Now that CHINA is here!

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By Terence Kalule

Albert O. Hirschman once challenged Professor Nurkse asserting that “underdeveloped economies are called underdeveloped because they face a lack of resources, maybe not natural resources, but resources such as skilled labor and technology.”

China’s history makes her the perfect candidate to win ownership of not only her national success today, but also her global impact in regard to her development. If we may compare the figures, we can see China’s GDP worth 59 billion US dollars in the 1960s, having America’s worth at 543 billion US dollars. Quite a gap!

By 2018, it might not come as a surprise that this gap gets even closer to surpassing, when China’s GDP is worth $13 trillion and that of U.S standing at $20 trillion. With such a fast-rising trend, China is anticipated to be the world’s number 1 economic superpower there’ll be by 2025. This development and more to come, is the result of a China whose growth has been through a furnace literally, melting and remodeling self into the image she is today.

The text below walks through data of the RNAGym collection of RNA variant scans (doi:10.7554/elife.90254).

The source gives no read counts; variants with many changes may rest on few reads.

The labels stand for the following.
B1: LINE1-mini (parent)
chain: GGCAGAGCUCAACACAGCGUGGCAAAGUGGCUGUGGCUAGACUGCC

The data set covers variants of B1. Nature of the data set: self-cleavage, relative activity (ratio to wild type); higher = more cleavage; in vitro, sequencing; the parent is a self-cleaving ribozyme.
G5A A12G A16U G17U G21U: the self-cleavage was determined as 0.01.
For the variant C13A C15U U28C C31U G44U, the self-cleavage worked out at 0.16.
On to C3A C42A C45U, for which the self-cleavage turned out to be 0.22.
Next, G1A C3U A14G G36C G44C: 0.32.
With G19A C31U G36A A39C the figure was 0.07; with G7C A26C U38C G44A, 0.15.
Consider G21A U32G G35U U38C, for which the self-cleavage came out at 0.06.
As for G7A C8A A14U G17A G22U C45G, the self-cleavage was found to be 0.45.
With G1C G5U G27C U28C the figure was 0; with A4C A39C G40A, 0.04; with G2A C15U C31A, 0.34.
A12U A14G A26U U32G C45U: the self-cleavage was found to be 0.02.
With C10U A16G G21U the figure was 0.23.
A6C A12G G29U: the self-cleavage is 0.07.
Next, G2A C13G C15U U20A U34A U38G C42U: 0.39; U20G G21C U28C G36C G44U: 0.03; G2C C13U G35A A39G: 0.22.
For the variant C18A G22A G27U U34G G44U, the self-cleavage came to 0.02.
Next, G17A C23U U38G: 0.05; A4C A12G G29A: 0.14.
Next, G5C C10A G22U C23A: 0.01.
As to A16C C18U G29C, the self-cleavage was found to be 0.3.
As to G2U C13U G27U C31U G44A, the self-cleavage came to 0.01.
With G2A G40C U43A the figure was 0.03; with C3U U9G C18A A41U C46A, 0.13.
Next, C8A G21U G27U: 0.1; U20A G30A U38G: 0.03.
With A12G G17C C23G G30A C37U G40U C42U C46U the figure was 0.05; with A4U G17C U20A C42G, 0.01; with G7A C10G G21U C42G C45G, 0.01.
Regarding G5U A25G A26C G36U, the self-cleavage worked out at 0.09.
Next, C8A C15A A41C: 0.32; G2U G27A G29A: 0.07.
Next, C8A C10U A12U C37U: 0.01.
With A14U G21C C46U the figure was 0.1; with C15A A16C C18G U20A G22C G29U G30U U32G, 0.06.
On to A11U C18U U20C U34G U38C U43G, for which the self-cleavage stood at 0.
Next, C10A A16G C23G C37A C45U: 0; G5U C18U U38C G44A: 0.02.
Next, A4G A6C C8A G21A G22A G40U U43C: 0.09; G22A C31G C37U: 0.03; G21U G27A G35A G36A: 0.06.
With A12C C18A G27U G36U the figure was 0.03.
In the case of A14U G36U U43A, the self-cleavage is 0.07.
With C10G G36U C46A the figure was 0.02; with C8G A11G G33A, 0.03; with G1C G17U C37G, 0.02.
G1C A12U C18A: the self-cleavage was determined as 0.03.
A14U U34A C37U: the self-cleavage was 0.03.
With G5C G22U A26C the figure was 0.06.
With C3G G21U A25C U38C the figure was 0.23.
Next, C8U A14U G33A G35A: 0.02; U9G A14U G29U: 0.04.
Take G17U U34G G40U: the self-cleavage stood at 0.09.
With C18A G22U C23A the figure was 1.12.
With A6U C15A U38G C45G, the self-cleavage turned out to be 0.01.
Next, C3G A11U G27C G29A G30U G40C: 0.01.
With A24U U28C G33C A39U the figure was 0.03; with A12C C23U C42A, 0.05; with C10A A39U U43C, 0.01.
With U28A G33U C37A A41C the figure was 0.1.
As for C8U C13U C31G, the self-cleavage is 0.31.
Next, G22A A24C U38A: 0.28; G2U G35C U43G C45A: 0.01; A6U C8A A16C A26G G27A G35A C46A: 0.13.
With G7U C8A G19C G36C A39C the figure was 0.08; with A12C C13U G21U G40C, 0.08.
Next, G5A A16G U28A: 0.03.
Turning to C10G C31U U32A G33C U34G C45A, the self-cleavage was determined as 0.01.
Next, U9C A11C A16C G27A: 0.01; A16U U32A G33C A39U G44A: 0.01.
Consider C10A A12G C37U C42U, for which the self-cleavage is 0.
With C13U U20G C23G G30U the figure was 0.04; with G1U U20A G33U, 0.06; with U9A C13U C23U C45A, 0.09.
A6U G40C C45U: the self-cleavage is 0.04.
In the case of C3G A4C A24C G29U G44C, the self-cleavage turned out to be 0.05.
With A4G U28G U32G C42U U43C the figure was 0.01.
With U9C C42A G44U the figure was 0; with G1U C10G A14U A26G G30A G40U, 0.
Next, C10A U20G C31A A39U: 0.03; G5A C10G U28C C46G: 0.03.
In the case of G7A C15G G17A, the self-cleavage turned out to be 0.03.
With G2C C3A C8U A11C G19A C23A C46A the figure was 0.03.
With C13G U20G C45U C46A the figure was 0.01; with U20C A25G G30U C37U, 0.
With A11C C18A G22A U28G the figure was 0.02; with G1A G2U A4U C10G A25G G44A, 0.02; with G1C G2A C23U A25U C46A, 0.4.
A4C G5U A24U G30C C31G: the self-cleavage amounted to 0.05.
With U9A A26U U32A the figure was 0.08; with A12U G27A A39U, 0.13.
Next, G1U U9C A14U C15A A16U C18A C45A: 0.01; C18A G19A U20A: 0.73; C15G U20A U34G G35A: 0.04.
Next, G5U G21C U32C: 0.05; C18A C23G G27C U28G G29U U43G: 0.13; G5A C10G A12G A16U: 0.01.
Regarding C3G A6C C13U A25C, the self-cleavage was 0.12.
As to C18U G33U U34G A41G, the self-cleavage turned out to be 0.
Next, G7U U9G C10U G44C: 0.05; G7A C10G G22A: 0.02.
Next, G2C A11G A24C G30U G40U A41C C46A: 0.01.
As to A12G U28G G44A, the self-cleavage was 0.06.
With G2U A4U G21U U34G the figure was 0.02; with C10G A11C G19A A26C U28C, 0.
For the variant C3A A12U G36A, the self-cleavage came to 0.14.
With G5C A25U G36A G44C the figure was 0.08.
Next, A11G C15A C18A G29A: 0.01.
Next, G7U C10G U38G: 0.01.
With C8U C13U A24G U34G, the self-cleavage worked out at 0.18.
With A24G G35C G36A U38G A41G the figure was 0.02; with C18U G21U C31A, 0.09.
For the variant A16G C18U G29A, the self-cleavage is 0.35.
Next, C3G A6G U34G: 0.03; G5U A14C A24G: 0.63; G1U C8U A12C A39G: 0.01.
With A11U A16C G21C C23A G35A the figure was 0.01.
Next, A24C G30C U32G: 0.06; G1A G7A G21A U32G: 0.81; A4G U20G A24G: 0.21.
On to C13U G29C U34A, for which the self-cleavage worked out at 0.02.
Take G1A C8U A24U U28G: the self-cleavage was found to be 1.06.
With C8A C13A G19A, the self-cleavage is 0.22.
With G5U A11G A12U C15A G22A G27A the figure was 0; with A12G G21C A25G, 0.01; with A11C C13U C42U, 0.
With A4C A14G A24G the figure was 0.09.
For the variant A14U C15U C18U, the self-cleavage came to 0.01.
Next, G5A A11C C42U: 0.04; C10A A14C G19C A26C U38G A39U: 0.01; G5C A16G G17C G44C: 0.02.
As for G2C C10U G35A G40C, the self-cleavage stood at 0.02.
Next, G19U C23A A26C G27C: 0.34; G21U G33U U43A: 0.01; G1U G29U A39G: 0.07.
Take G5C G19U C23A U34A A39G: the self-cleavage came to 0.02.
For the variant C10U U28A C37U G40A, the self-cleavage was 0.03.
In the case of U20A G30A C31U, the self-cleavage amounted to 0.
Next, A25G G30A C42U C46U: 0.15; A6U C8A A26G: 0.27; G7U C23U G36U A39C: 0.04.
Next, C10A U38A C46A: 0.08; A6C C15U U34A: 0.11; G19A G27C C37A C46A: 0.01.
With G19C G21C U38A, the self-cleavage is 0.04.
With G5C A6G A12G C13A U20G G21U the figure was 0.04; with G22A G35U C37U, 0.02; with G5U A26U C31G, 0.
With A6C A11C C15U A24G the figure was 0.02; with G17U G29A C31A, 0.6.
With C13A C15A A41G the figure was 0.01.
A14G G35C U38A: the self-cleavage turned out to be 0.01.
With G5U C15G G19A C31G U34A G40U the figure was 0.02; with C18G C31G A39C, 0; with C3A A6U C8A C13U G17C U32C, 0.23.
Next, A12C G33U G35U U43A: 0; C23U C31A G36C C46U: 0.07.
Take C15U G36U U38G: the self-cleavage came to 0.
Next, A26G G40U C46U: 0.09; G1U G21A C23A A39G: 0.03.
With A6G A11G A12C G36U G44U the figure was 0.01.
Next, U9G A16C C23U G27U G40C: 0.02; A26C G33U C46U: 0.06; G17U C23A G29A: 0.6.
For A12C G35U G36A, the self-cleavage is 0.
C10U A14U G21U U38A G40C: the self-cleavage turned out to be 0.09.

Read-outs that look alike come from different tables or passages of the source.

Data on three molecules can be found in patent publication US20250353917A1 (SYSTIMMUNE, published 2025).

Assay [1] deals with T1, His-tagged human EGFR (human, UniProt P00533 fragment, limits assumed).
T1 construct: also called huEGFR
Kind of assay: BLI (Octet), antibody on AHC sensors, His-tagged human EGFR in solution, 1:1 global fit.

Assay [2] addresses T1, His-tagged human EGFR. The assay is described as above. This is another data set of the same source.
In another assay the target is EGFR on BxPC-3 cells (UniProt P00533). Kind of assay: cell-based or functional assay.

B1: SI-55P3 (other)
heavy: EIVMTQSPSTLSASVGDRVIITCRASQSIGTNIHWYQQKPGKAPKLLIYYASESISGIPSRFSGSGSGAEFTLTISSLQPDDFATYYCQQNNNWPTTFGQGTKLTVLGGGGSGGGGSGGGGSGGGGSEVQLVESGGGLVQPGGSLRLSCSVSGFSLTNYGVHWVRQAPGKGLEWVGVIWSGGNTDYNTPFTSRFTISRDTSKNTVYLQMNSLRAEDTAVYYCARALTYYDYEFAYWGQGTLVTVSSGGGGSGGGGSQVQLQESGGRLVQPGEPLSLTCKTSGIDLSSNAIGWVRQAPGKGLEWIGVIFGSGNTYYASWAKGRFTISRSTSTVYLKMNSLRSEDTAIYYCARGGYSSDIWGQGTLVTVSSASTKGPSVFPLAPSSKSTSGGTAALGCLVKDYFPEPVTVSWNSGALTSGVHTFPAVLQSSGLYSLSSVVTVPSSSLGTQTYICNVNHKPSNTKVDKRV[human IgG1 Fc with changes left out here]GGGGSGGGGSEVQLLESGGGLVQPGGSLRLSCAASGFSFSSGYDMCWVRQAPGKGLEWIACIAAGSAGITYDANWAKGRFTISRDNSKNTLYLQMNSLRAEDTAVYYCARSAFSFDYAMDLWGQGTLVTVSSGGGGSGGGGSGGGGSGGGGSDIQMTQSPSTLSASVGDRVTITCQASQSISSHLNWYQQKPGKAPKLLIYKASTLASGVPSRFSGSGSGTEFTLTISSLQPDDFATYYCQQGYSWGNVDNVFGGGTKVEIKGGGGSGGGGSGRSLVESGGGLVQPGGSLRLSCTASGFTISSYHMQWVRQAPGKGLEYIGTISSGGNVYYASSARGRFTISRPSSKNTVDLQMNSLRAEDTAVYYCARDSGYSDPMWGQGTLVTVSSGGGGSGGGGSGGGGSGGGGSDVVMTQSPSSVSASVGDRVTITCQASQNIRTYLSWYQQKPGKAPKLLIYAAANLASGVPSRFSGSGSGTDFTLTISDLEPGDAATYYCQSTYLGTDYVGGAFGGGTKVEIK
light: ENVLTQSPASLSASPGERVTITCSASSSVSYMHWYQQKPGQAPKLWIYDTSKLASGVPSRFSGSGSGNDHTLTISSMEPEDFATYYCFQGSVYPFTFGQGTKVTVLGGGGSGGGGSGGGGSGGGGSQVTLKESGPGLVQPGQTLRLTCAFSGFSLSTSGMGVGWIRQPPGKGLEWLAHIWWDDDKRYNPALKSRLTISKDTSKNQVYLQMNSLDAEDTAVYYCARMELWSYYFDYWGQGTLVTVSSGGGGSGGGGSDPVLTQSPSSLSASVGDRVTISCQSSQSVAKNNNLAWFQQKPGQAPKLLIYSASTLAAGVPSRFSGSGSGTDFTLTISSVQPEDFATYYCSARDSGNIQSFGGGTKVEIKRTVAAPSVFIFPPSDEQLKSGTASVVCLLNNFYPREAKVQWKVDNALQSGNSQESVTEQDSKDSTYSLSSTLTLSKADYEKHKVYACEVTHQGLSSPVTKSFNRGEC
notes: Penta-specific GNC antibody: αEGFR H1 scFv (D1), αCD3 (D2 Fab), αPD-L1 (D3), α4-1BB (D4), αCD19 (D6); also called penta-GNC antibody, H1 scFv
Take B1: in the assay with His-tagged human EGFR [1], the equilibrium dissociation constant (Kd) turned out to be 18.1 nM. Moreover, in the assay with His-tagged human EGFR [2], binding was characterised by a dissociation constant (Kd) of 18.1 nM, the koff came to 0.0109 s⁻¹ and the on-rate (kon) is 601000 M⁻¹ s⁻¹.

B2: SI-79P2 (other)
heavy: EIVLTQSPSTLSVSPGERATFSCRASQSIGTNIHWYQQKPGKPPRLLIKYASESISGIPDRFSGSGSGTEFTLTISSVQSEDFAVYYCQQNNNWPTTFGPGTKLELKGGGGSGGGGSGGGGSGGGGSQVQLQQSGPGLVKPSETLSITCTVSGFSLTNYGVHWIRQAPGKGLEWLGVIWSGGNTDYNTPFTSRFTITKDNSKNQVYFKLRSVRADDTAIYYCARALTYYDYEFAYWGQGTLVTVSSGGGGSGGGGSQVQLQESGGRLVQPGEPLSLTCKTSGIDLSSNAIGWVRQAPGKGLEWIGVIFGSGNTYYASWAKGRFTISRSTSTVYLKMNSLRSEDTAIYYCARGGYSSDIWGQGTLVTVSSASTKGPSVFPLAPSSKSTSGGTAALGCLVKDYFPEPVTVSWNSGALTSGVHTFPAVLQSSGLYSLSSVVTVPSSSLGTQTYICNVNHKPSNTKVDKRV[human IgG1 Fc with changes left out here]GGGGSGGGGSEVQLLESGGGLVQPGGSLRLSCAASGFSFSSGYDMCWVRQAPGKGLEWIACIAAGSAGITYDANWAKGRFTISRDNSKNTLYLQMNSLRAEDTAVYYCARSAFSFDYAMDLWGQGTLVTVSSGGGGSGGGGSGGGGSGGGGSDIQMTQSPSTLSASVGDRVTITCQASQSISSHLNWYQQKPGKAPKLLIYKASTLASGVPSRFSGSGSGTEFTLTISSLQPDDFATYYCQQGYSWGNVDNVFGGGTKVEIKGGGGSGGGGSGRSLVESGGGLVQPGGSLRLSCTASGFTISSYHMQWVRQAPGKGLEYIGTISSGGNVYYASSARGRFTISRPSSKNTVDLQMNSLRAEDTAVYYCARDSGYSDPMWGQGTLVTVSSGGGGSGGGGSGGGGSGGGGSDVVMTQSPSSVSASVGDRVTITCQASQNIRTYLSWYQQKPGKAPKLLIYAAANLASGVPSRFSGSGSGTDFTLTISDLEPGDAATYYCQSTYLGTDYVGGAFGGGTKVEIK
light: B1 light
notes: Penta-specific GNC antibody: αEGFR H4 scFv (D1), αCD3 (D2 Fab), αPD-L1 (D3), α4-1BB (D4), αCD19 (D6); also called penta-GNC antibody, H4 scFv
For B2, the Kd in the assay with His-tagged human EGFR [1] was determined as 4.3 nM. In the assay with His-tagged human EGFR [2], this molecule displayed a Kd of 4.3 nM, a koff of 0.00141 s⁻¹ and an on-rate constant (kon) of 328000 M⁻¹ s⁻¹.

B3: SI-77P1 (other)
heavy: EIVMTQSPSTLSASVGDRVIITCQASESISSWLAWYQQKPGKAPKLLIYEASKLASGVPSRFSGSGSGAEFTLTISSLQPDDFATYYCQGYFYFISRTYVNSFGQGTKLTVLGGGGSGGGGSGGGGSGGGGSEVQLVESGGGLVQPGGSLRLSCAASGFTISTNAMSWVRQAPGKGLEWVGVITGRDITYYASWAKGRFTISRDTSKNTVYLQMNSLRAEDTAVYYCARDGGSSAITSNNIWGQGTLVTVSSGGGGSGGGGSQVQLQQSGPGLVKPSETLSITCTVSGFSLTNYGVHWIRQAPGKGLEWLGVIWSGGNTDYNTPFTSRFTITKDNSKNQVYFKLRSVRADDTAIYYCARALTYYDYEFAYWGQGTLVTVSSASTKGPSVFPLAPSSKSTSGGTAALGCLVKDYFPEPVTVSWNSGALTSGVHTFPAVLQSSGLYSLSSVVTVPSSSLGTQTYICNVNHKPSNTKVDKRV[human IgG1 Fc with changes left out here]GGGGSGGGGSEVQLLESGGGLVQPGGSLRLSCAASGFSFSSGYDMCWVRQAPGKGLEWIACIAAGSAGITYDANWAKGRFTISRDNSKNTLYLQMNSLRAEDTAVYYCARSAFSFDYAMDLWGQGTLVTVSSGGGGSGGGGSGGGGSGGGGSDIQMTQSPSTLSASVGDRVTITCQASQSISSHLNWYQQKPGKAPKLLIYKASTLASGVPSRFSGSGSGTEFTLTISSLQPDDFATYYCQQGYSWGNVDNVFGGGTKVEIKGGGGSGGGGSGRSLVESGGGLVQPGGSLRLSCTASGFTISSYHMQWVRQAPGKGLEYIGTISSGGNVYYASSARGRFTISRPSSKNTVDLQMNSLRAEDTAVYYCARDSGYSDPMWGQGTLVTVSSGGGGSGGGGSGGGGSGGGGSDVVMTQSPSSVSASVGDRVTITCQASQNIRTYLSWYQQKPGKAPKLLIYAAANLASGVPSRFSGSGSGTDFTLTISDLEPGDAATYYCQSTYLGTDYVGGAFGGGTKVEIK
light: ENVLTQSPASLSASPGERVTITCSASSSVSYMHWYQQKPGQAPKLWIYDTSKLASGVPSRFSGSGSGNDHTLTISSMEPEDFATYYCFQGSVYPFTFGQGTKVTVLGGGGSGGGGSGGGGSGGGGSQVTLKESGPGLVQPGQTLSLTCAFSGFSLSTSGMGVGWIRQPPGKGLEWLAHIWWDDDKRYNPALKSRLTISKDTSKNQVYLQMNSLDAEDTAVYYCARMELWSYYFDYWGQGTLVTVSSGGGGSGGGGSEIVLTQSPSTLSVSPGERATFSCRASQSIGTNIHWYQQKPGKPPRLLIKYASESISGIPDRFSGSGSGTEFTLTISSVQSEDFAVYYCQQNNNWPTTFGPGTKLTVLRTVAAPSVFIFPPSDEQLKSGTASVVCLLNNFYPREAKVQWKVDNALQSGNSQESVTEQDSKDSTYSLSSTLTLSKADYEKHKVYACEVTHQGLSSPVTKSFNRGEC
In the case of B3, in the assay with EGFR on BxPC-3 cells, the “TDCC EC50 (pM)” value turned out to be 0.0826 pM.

Worth noting is that China’s history is not free from hardships. Like many other developing countries especially from the global south like African countries, China too suffered colonialism and brutal foreign invasion that cost the country tens of thousands of innocent lives as well as the country losing some of her territory to foreign aggressors.
Case in point is the result of foreign invasion that resulted into the so-called Opium War, which China lost to the United Kingdom (UK). Under coercion by UK’s warship, Qing Dynasty agreed to sign the treaty of Nanking thereby ceding her own Island of Hong Kong to the UK.